Welcome to SixFigureStart®

Career Coaching by Former Fortune 500 Recruiters

How to Pitch Yourself in 20 Seconds!

You’ve heard the saying “a man is only as good as his tools” and your pitch is a tool you will use time and time again in your job search.  You’ll use it:

  • As an introduction during networking events (mostly business, but some personal as well);
  • As the first response to a favorite interview question:  “tell me about yourself”;
  • An intro when you first speak on the phone with someone.

Because your networking pitch can “grab” someone’s attention and really make that strong first impression,  make sure you do the following:

  1. type it out until it’s exactly what you want to say in the words you want to use;
  2. make sure your pitch proves how you can “ease the pain” of your employer;
  3. time yourself and ensure you can say it in about 20 seconds;
  4. practice it about 20 – 30 times before saying it to your dream employer.  You should be so well rehearsed that someone can shake you out of a dead sleep at 3:00 AM and you’ll still say it flawlessly!

Read more tips about how to fine tune this very critical skill.  It’s well worth your time and effort!


Filed under: career coaching, life coaching, Uncategorized, , ,

Reader Questions on Resumes

Recently Vault.com and SixFigureStart teamed up to host an Ask Anything teleclass.  We received over 200 questions!  Here are some on resumes:

Amanda asks:  …do employers like to see an objective/profile on a resume?

Some employers like it and some don’t.  This is true, not just of the objective or of resume issues but most everything in the job search.  The reality is, there is no one way, and employers and recruiters will not agree 100%.  What employers/ recruiters can agree on, however, is that succinct is best, and everything on the resume should count.  So if you decide to go with an objective, make sure it’s clear and positions you effectively.

The major benefit of an objective:  it states clearly what you are looking for and therefore the resume reader knows what to consider you for.

The major downside of an objective:  it states clearly what you are looking for so the reader will consider you just for that, rather than a possibly similar but not quite matching job that is available.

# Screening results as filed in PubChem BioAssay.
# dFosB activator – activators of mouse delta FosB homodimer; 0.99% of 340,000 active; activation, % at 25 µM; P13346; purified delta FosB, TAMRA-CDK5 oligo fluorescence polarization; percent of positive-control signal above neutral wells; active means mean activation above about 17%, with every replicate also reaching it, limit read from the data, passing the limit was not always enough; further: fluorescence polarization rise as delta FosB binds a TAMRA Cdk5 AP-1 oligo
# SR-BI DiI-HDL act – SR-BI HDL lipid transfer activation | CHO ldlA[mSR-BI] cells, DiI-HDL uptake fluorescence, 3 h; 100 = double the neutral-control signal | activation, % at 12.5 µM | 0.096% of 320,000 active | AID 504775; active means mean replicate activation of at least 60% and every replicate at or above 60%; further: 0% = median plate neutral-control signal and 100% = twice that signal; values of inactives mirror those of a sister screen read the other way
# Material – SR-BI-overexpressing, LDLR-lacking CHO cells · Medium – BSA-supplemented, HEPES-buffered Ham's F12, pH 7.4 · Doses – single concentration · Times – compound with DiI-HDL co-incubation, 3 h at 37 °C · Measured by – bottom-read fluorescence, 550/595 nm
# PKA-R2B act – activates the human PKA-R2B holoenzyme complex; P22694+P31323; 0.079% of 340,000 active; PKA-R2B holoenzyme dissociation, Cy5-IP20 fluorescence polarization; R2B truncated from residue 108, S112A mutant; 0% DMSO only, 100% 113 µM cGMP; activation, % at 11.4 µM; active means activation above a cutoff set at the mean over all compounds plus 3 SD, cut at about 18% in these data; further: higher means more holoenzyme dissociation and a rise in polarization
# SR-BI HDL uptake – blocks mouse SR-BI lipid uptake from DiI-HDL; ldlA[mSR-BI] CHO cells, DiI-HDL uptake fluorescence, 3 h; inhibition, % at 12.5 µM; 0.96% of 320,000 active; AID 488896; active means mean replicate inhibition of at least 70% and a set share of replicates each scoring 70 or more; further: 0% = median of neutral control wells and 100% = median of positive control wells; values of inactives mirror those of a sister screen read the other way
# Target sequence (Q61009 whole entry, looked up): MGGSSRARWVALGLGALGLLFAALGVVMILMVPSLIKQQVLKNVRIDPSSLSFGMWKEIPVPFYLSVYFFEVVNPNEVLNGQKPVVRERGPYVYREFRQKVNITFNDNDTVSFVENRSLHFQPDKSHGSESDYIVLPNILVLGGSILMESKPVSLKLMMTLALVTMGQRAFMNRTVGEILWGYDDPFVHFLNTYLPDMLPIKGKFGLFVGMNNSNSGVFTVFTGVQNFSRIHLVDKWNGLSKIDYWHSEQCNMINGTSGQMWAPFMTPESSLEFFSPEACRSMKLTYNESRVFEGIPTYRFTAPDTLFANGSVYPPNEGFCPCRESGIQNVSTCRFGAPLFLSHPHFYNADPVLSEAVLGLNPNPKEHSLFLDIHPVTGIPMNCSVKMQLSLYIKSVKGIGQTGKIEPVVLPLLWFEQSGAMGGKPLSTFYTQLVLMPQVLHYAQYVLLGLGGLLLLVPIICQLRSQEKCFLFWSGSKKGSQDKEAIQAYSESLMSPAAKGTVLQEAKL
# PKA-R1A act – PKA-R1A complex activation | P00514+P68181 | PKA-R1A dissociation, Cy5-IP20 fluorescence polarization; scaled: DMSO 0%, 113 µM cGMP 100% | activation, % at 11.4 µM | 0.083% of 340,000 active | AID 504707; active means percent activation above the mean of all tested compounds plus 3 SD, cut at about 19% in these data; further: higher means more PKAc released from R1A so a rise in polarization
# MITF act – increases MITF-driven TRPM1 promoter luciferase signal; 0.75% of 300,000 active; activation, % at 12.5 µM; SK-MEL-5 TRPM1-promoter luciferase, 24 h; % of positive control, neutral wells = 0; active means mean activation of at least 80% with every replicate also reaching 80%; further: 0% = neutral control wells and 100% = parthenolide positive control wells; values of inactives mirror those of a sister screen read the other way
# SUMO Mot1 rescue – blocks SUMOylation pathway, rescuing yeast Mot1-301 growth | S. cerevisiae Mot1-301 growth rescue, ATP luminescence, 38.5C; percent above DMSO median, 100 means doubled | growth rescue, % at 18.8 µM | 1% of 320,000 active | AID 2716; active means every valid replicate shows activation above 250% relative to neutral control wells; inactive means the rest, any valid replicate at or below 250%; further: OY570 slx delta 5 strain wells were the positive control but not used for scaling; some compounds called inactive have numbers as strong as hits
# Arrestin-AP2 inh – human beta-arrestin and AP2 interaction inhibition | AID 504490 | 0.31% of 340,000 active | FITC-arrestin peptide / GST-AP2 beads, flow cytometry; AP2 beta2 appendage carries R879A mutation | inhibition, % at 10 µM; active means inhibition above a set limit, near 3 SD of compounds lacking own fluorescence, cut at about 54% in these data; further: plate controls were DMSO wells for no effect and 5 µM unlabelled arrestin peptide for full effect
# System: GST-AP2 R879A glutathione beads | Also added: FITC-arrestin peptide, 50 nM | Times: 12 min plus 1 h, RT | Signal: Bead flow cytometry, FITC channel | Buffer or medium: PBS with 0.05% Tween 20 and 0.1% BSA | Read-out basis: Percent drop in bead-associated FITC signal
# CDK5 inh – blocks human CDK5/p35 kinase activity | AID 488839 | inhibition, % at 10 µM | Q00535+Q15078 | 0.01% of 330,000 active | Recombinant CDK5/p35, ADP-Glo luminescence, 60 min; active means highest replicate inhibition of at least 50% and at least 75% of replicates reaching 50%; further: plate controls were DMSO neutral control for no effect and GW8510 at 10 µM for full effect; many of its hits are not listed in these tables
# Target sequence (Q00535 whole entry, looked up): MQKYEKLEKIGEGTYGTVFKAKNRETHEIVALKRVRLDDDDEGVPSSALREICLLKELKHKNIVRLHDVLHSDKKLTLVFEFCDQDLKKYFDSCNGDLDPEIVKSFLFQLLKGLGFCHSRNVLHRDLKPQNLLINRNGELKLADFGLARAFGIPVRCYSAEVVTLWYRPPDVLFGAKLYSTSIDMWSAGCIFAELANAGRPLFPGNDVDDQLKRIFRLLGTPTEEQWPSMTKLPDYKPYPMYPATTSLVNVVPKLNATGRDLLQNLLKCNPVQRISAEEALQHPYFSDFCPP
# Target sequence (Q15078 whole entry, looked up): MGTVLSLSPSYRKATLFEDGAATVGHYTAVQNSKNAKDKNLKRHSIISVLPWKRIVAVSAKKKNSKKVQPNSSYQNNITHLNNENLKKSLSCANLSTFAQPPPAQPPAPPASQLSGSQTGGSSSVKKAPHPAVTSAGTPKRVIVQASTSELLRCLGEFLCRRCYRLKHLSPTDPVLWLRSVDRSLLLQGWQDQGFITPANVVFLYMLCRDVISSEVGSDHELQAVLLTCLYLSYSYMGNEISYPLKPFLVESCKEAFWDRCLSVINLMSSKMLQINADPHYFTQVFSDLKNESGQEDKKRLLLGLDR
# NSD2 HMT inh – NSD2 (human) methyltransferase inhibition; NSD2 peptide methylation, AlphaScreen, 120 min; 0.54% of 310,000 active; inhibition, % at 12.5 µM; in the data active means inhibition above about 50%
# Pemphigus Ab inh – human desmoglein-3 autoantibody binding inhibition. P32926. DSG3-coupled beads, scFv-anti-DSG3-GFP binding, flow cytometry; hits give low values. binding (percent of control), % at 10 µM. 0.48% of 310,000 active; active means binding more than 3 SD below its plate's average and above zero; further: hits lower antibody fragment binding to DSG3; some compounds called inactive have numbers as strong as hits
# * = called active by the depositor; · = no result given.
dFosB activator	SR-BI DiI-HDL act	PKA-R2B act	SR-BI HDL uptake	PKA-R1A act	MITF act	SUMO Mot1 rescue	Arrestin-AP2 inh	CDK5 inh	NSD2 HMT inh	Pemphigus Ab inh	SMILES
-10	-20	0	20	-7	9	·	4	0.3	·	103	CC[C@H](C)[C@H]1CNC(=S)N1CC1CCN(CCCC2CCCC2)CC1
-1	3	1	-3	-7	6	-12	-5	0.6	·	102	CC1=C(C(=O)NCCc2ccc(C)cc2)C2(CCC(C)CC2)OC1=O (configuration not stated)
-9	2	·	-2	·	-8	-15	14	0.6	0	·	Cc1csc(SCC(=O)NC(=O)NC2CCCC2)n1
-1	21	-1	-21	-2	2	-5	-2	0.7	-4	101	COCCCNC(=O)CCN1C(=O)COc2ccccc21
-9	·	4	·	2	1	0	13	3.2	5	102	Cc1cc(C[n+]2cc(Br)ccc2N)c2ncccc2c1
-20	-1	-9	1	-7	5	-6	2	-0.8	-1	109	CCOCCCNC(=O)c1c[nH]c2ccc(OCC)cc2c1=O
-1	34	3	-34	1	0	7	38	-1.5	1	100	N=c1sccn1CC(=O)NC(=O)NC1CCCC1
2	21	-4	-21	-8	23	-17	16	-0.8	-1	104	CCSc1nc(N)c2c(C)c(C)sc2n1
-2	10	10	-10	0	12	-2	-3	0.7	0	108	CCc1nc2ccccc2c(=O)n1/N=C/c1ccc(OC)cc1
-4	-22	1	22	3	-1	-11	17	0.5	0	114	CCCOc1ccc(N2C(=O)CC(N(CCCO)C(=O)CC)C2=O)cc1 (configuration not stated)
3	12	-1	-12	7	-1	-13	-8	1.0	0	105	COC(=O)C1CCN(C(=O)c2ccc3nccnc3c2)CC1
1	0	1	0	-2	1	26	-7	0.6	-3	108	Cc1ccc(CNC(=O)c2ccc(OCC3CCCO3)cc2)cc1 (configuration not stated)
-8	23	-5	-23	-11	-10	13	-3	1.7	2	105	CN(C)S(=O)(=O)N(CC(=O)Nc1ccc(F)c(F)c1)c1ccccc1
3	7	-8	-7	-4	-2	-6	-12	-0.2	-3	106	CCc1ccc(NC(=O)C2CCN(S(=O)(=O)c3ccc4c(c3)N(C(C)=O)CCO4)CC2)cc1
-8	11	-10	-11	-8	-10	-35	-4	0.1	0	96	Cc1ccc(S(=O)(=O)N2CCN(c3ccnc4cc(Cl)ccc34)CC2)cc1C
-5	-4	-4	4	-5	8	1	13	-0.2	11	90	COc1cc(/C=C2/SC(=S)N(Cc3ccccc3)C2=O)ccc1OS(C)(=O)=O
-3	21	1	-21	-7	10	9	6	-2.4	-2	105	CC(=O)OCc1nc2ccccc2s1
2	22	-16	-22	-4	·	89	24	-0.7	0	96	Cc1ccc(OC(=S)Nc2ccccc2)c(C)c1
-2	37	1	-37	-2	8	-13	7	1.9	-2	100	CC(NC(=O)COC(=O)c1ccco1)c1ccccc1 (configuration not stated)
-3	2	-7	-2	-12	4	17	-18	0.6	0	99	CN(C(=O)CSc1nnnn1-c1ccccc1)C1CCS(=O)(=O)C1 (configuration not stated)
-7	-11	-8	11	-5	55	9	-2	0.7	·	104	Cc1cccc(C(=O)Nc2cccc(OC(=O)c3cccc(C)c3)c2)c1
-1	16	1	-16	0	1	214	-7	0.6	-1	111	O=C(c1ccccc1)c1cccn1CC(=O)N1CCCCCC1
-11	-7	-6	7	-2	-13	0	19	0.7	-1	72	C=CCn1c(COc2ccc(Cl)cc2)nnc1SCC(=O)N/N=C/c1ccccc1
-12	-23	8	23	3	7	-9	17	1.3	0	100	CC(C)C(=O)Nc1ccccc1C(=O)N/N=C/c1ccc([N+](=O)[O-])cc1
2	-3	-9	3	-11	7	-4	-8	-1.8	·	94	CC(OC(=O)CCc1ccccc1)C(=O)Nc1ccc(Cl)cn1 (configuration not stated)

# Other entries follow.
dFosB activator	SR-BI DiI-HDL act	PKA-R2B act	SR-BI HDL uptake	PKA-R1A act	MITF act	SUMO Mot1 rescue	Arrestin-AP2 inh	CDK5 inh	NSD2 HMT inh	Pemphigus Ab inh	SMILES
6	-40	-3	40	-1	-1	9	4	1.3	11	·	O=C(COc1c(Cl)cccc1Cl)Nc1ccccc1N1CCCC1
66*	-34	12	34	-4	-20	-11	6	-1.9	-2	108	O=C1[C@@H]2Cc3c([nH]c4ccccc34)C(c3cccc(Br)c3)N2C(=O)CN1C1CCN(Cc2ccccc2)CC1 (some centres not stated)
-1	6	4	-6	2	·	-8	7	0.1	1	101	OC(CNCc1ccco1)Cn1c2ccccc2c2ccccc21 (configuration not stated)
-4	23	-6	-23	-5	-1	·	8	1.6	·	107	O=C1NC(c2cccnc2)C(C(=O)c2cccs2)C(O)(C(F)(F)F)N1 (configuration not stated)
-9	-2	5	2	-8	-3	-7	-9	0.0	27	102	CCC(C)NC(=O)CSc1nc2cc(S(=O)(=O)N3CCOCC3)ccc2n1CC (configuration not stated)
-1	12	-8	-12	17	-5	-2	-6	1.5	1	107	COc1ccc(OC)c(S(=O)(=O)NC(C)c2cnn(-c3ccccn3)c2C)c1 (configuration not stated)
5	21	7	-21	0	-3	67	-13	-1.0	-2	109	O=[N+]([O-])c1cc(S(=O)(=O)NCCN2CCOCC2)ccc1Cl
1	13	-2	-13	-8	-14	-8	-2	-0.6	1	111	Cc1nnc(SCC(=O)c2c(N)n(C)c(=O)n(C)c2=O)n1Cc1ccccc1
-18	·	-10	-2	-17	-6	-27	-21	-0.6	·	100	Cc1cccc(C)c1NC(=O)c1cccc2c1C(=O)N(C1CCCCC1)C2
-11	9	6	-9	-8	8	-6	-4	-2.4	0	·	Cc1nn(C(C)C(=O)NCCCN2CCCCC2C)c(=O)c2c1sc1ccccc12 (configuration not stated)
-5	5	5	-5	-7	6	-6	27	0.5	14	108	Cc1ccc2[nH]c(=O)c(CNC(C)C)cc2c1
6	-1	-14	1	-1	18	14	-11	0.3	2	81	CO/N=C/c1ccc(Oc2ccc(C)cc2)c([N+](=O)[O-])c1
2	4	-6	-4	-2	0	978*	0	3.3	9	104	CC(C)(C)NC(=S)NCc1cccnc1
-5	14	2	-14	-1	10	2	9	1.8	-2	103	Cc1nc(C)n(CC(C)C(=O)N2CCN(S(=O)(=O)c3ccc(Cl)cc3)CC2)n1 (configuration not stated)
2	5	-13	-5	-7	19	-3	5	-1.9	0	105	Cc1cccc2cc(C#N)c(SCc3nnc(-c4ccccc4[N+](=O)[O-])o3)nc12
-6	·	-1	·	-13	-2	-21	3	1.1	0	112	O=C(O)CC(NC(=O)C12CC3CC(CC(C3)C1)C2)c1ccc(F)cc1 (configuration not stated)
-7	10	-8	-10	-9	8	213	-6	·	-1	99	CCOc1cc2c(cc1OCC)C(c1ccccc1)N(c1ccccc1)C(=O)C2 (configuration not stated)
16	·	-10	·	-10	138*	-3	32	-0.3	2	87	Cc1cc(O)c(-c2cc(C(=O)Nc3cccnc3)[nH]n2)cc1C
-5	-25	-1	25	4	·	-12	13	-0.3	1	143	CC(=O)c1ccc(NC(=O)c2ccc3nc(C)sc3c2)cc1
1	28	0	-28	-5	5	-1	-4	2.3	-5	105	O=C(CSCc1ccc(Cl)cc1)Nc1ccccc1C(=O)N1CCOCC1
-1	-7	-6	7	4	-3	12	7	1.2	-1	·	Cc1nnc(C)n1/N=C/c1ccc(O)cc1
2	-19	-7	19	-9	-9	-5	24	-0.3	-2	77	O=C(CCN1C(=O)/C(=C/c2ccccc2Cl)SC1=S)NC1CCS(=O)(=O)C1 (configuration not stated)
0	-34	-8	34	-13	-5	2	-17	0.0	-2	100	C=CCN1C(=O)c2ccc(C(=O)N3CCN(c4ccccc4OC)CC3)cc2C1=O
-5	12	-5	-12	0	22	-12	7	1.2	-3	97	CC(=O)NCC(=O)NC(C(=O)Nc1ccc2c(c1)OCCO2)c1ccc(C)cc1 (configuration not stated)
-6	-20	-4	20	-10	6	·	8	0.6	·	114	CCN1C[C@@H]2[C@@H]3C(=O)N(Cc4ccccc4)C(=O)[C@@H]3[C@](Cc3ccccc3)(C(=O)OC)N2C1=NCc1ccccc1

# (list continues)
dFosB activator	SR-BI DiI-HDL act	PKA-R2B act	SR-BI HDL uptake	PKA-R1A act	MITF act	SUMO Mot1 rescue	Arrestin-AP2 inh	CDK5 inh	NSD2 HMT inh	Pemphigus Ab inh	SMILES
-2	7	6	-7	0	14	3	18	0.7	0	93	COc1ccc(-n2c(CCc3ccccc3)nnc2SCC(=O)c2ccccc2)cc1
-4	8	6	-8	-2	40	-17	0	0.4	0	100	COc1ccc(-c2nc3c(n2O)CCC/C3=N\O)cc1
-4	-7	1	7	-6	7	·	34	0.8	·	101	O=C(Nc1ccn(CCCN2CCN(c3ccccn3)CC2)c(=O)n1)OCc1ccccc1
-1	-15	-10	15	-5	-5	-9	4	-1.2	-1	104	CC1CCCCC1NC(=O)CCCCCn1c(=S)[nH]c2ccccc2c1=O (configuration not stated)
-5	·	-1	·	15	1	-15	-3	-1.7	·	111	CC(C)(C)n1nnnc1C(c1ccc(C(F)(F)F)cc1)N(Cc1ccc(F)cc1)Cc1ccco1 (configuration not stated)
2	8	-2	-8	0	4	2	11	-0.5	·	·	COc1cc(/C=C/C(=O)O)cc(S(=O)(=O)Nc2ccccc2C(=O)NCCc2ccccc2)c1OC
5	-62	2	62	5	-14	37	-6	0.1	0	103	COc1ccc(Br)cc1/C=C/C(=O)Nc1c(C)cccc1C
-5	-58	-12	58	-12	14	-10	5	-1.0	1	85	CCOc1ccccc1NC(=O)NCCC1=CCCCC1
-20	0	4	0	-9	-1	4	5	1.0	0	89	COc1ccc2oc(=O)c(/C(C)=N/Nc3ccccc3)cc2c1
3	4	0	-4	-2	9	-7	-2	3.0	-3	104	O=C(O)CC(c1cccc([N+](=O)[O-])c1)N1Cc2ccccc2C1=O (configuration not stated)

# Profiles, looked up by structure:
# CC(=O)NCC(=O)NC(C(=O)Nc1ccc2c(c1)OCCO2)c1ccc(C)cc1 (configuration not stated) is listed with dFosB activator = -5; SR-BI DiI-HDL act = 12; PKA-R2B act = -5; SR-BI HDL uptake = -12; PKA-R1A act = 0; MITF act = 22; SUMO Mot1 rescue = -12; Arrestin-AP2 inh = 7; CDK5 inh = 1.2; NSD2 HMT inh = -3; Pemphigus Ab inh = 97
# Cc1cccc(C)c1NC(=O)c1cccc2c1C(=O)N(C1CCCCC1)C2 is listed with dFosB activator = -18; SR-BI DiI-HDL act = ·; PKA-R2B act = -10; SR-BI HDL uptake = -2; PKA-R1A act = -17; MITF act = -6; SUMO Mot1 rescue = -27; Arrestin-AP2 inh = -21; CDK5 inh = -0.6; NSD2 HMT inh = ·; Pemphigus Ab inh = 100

John asks:  Could you also give a bit of a ‘behind-the-scenes’ look at the resume management software that larger corporations typically use to filter and prioritize resumes using keywords? 

Companies use different things, including no filter or software.  I have recruited for large, global, Fortune 500 firms that did not use any type of software.  However, in places that didn’t have a technology filter in place, I would often manually filter resumes looking for certain keywords.  These words would vary based on the search. 

And therein lies the answer for the jobseeker for firms that use automatic or even manual filters:  your resume should have the keywords that are relevant for your skills, qualifications and interests.  Make sure to list specific technical skills, industry buzzwords and jargon that are searchable, and any credentials/ certificates/ training spelled out.  You may not know exactly how the companies are searching, but they are searching, so include those searchable terms in your resume.

Adam asks:  How can I really make my resume stand out and get a call? What are recruiters looking for when combing through resumes? Basically, how do I increase my chances of getting an interview? 

Less than 20% of jobs are filled from job postings.  So the best way to increase your chances is to move beyond answering job ads and hoping recruiters will call.  Network, get introductions, contact decision-makers directly.  The resumes that stand out and get called fit the job requirements exactly.  If you are doing the exact same job for a key competitor, you will likely be called in for an interview.  If you are crossing industries, coming back from time off, currently unemployed, you have red flags on your resume.  This doesn’t mean you don’t deserve an interview or won’t get one.  It just means you are less likely to get one from the strength of your resume alone.  So get off your computer and meet with people and access the 80%+ jobs that are filled outside of postings.

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Book Review: Googled By Ken Auletta

If you like business stories, you’ll like Googled by Ken Auletta.  It’s a year-by-year story of Google’s rise from inception to powerhouse.  Auletta asks the requisite provocative questions on privacy, copyright, and censorship, while also highlighting Google’s great achievements to date.  It’s a fast read, yet comprehensive.

As a coach, I was struck by Google’s employment policy of giving its engineers and some of its non-engineering staff 20% of their work time for personal projects.  This engenders loyalty to management and raises the creativity of the staff, a  win-win for company and staff.  How could we adopt the 20% policy in our own life and work?

Can we take a day of the week or 2 hours per day to step back from the day-to-day grind and reset, recharge, and refresh by refocusing on something different?

Can we encourage our teams (whether we are a manager or not) to take time to step back and work differently?

Is 20% enough or too much?  What is the right frequency — every day, once a week, or monthly?  How do we best spend that time?

Filed under: book review, career coaching, life coaching, , , , ,

From Abraham Lincoln

Always bear in mind that your own resolution to succeed is

more important than any other thing. - Abraham Lincoln